Posted in Stories

I’m going for a run

I started running in the fall of 1978. I was a junior at Franklin & Marshall College in Lancaster, PA. Jim Fixx had just published The Complete Book of Running and it seemed like everyone was jogging. So I started jogging, too.

A complete loop around campus was 1-1/2 miles. So I jogged 1-1/2 miles. My running shoes, dark blue Pumas were heavy and not really designed for running, but that’s what I had. It’s a distant memory, but I am sure I didn’t completely run the whole loop without a few walking breaks. But it was the most running I had ever done in one stretch.

That summer I ran a few out and back courses around Ridley Park. I also stumbled upon a copy of Runner’s World at the library. It was filled with articles about how to get started, how to train, and what kind of shoes you should be running in. There were’t a whole lot to choose from, but I bought my first pair of Nike running shoes before classes started in the fall. They were feather light and so much nicer to run in.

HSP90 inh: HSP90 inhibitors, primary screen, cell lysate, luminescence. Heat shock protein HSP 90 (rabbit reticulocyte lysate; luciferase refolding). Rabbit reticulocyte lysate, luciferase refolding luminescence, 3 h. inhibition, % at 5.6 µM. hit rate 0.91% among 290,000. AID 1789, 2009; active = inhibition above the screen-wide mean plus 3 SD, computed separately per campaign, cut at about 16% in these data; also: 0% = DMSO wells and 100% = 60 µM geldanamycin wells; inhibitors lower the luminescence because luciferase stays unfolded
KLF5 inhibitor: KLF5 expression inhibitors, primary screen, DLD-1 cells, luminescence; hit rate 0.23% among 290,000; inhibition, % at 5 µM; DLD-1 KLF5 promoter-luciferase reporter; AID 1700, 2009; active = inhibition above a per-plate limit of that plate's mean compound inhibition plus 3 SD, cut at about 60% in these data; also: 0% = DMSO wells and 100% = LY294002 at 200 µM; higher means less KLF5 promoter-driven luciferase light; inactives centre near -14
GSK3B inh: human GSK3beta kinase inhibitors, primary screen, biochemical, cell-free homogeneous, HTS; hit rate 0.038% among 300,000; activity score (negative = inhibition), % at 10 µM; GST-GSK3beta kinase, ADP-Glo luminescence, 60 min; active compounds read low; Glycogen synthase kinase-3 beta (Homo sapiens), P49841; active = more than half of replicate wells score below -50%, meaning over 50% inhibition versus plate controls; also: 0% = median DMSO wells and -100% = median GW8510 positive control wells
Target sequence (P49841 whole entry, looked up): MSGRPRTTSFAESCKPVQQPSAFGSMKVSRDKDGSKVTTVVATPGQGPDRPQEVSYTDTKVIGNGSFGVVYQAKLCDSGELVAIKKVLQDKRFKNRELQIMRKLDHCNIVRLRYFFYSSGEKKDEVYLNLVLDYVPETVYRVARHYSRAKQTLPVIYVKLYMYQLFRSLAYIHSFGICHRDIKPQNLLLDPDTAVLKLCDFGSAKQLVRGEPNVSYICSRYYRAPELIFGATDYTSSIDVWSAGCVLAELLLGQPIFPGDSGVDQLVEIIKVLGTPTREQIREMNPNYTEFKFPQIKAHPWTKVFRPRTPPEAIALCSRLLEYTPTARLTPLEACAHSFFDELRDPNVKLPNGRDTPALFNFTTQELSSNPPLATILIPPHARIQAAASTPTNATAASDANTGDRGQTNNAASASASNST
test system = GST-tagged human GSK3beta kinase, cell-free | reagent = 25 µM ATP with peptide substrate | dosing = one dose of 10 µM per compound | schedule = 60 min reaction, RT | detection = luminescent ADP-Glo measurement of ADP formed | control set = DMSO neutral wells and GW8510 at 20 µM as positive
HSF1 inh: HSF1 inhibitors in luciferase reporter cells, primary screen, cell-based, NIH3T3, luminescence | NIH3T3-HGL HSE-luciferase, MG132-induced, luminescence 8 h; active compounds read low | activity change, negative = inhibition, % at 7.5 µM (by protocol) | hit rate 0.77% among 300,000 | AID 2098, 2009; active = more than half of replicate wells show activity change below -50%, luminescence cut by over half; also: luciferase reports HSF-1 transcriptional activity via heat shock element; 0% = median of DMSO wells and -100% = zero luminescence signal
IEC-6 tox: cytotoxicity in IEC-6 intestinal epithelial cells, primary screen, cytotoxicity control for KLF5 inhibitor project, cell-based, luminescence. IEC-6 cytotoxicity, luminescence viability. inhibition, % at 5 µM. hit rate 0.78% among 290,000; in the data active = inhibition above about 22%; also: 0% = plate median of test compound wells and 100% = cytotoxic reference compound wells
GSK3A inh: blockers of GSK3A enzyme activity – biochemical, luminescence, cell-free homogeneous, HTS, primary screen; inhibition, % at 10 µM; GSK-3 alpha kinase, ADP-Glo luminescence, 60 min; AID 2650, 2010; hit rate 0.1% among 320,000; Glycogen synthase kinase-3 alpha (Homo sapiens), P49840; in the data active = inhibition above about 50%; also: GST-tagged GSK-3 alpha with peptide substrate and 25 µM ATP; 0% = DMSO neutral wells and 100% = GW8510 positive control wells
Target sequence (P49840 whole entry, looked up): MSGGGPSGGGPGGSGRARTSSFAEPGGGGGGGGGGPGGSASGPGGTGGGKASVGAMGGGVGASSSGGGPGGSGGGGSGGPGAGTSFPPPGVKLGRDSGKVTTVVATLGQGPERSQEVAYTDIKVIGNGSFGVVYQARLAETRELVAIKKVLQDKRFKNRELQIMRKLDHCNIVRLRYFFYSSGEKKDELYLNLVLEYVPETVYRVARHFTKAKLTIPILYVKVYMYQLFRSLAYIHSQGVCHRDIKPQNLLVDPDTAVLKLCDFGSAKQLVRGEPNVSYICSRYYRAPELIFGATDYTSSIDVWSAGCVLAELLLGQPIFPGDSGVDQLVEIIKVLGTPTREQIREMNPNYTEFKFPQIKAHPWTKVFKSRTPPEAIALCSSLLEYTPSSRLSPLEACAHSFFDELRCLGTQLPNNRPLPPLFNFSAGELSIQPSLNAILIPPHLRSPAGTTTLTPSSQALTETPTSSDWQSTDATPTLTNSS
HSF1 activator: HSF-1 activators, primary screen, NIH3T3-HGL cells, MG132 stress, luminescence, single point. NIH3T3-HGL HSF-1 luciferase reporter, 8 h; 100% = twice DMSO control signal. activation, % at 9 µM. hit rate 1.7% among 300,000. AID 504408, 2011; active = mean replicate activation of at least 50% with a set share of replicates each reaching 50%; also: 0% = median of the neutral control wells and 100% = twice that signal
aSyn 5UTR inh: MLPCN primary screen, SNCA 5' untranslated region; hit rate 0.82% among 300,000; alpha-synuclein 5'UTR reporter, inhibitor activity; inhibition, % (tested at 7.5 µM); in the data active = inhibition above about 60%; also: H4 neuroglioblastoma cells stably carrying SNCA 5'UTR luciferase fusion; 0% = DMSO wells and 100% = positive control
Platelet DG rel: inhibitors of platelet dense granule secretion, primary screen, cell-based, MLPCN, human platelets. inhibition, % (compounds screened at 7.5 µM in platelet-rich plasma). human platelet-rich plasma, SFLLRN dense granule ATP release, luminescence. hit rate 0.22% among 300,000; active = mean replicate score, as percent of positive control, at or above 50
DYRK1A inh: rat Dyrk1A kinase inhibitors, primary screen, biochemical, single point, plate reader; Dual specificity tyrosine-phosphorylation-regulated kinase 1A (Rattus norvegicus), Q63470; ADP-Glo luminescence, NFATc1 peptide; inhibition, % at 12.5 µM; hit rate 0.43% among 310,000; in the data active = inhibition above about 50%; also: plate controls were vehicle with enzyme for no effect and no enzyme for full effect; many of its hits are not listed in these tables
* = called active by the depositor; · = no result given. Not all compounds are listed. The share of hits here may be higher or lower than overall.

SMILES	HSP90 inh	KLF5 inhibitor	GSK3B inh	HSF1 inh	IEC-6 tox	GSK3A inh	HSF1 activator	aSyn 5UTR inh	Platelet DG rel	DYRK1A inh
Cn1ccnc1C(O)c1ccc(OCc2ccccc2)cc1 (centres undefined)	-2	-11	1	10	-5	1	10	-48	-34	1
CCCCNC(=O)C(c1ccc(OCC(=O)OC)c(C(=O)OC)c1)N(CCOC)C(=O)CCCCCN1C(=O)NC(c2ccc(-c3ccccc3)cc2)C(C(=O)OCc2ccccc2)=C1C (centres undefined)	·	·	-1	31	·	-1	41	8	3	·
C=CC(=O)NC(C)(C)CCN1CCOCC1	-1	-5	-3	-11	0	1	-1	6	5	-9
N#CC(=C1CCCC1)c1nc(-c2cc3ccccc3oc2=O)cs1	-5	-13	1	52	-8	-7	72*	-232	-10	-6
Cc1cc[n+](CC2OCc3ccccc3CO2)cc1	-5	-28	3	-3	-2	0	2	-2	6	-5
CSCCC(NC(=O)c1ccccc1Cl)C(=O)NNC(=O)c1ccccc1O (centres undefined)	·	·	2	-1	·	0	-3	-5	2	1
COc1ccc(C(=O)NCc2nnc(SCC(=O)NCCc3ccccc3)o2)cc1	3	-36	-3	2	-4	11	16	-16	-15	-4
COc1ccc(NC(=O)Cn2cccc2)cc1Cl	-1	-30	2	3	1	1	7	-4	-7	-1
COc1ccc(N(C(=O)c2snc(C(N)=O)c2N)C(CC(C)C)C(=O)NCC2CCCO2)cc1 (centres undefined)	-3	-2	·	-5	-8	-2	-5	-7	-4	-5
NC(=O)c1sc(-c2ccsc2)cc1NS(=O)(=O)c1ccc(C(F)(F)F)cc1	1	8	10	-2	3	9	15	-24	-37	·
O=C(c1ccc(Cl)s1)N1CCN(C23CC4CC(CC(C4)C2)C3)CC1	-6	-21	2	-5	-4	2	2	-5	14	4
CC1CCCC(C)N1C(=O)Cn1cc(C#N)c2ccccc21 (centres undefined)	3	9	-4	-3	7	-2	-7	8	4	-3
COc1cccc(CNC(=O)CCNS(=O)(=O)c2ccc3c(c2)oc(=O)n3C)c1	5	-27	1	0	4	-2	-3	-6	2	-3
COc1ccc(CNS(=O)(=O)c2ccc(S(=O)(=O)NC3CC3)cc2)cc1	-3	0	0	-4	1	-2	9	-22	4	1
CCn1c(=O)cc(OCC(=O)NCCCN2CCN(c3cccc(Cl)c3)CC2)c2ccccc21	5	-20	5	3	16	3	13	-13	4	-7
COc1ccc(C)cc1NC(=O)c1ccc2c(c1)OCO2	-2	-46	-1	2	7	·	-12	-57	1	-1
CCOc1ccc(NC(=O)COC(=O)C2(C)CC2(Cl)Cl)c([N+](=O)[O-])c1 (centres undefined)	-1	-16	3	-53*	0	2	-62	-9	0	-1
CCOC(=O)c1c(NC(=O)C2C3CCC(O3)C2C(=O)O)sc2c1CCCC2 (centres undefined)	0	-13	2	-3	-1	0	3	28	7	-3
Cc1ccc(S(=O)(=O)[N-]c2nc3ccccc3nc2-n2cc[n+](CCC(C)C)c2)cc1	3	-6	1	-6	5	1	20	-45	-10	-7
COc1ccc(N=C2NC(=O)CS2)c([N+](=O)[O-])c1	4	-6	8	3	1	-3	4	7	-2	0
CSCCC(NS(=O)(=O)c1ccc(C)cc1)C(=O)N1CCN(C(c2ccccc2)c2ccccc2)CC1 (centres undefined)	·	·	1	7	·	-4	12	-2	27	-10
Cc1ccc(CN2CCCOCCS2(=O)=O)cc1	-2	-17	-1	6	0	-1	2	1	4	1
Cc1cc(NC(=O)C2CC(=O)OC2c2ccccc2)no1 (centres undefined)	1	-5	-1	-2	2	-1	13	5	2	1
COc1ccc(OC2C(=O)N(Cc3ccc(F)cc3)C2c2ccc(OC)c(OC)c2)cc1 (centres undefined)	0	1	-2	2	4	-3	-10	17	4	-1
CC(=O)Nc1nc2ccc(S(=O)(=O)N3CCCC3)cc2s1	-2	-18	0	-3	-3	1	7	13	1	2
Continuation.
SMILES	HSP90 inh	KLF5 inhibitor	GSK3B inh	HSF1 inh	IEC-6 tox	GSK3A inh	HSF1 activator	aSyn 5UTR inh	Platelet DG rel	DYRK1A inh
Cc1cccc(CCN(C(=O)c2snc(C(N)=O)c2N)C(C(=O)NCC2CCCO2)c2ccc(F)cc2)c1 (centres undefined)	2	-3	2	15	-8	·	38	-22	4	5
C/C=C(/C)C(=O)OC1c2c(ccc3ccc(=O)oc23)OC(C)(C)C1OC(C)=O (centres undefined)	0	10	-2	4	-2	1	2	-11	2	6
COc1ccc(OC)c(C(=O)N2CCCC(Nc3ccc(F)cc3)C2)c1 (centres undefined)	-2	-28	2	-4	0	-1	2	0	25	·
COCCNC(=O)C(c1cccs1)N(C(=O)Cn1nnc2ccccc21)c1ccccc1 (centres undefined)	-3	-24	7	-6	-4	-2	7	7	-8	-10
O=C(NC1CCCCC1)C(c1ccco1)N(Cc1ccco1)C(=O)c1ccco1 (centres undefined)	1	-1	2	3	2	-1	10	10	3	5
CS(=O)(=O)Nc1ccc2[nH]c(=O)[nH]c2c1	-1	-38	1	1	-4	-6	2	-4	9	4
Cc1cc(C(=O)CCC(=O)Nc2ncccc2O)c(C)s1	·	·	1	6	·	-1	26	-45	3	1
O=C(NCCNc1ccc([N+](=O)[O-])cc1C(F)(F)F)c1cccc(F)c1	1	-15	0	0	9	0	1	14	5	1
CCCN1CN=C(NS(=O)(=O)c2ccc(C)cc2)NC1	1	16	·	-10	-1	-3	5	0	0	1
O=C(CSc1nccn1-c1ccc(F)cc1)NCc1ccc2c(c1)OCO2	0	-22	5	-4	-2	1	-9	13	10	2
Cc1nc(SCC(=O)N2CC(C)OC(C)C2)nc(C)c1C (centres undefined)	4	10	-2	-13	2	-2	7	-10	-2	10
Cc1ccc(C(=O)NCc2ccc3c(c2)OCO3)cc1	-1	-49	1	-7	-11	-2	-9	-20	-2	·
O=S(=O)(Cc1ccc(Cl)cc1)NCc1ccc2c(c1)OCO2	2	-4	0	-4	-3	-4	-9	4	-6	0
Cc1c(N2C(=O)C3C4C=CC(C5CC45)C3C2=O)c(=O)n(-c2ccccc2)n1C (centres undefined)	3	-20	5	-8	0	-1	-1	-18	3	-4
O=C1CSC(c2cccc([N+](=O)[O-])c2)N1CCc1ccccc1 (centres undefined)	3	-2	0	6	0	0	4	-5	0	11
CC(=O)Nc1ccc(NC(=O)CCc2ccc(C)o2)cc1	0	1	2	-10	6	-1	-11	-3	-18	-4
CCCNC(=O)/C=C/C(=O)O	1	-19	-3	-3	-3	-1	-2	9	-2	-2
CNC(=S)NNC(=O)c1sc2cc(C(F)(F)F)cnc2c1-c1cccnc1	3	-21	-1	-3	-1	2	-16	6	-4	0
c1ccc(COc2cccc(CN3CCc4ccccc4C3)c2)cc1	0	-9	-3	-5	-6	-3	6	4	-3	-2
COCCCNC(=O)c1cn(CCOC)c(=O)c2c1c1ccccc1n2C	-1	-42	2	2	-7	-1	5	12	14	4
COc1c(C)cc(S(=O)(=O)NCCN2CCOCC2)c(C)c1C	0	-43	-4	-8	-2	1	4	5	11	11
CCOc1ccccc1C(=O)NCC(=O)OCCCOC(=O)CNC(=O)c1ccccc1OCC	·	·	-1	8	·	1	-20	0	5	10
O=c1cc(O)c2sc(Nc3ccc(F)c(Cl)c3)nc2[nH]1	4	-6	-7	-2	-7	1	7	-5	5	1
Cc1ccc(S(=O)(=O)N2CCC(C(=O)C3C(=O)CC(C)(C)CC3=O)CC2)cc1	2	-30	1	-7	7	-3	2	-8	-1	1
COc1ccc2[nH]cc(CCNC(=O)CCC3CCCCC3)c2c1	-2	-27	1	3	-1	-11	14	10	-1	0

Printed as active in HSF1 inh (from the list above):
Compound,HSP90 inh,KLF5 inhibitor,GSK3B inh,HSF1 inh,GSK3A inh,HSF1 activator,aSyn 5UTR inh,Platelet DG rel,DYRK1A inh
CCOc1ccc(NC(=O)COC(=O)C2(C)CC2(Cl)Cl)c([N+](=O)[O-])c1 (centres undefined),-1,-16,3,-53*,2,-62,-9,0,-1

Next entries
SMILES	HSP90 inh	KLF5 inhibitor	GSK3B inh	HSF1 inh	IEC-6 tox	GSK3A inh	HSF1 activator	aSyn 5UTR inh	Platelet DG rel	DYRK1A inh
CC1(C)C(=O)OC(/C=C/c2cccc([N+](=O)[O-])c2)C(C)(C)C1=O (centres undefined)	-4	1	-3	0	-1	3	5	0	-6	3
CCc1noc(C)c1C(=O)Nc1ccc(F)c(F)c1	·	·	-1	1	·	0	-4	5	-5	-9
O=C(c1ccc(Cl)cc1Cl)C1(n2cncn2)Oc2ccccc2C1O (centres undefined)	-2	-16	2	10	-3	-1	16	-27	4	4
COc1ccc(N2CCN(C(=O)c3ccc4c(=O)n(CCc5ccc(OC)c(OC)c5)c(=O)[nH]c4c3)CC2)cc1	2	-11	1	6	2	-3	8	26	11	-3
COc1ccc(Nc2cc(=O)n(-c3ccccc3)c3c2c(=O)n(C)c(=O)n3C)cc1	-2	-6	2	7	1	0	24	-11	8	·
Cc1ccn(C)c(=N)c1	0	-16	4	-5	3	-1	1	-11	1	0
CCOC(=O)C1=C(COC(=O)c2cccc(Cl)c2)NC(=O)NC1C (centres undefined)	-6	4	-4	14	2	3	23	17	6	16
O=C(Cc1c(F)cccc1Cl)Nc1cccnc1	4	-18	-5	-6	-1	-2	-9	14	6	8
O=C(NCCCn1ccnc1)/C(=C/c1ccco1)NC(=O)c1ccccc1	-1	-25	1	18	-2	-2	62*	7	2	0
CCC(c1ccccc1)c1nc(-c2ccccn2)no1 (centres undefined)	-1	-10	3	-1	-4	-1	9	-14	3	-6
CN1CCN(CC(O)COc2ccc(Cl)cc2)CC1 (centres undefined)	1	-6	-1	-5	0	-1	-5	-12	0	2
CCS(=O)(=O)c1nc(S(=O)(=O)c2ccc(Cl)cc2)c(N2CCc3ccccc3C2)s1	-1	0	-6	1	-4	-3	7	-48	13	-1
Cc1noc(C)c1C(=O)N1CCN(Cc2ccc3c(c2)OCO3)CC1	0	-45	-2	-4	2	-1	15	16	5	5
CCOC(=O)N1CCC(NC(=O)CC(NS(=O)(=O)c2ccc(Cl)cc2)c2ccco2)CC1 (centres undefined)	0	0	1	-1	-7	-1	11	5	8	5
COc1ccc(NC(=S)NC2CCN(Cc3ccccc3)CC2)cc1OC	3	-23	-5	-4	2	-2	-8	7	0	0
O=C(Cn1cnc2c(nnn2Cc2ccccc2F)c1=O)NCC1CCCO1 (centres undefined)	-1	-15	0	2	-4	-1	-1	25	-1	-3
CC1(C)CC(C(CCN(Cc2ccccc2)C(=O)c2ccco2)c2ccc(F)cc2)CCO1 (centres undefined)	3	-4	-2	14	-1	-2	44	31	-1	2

Through that fall, I began going out for a run more regularly, branching out on other loops that once around the campus. I had enough credits after the fall semester to graduate, and got my first job in West Long Branch, NJ early in 1979.

By that time, the running boom was in full swing, especially at the Jersey Shore. Five miles was the standard distance for a road race back then, and there was a race in a different beach town every Saturday and Sunday.

My goal was to run one of those five mile races. In my mind, to finish a race like that, I needed to be able to run five miles every day for a week. When begin running consistently five, six or even seven days a week, I rapidly improved. I carefully logged all my runs and within a few months, I had a thirty-five mile week.

I entered a five mile race in Belmar, NJ early in the summer. I had absolutely no idea what to expect. I had never even seen a road race before and didn’t know anyone who had run one. But I sent in my $5 registration fee and wrote the race in on my calendar. I did know from my reading that you didn’t want to go out too fast. After all, you had to keep going for five miles!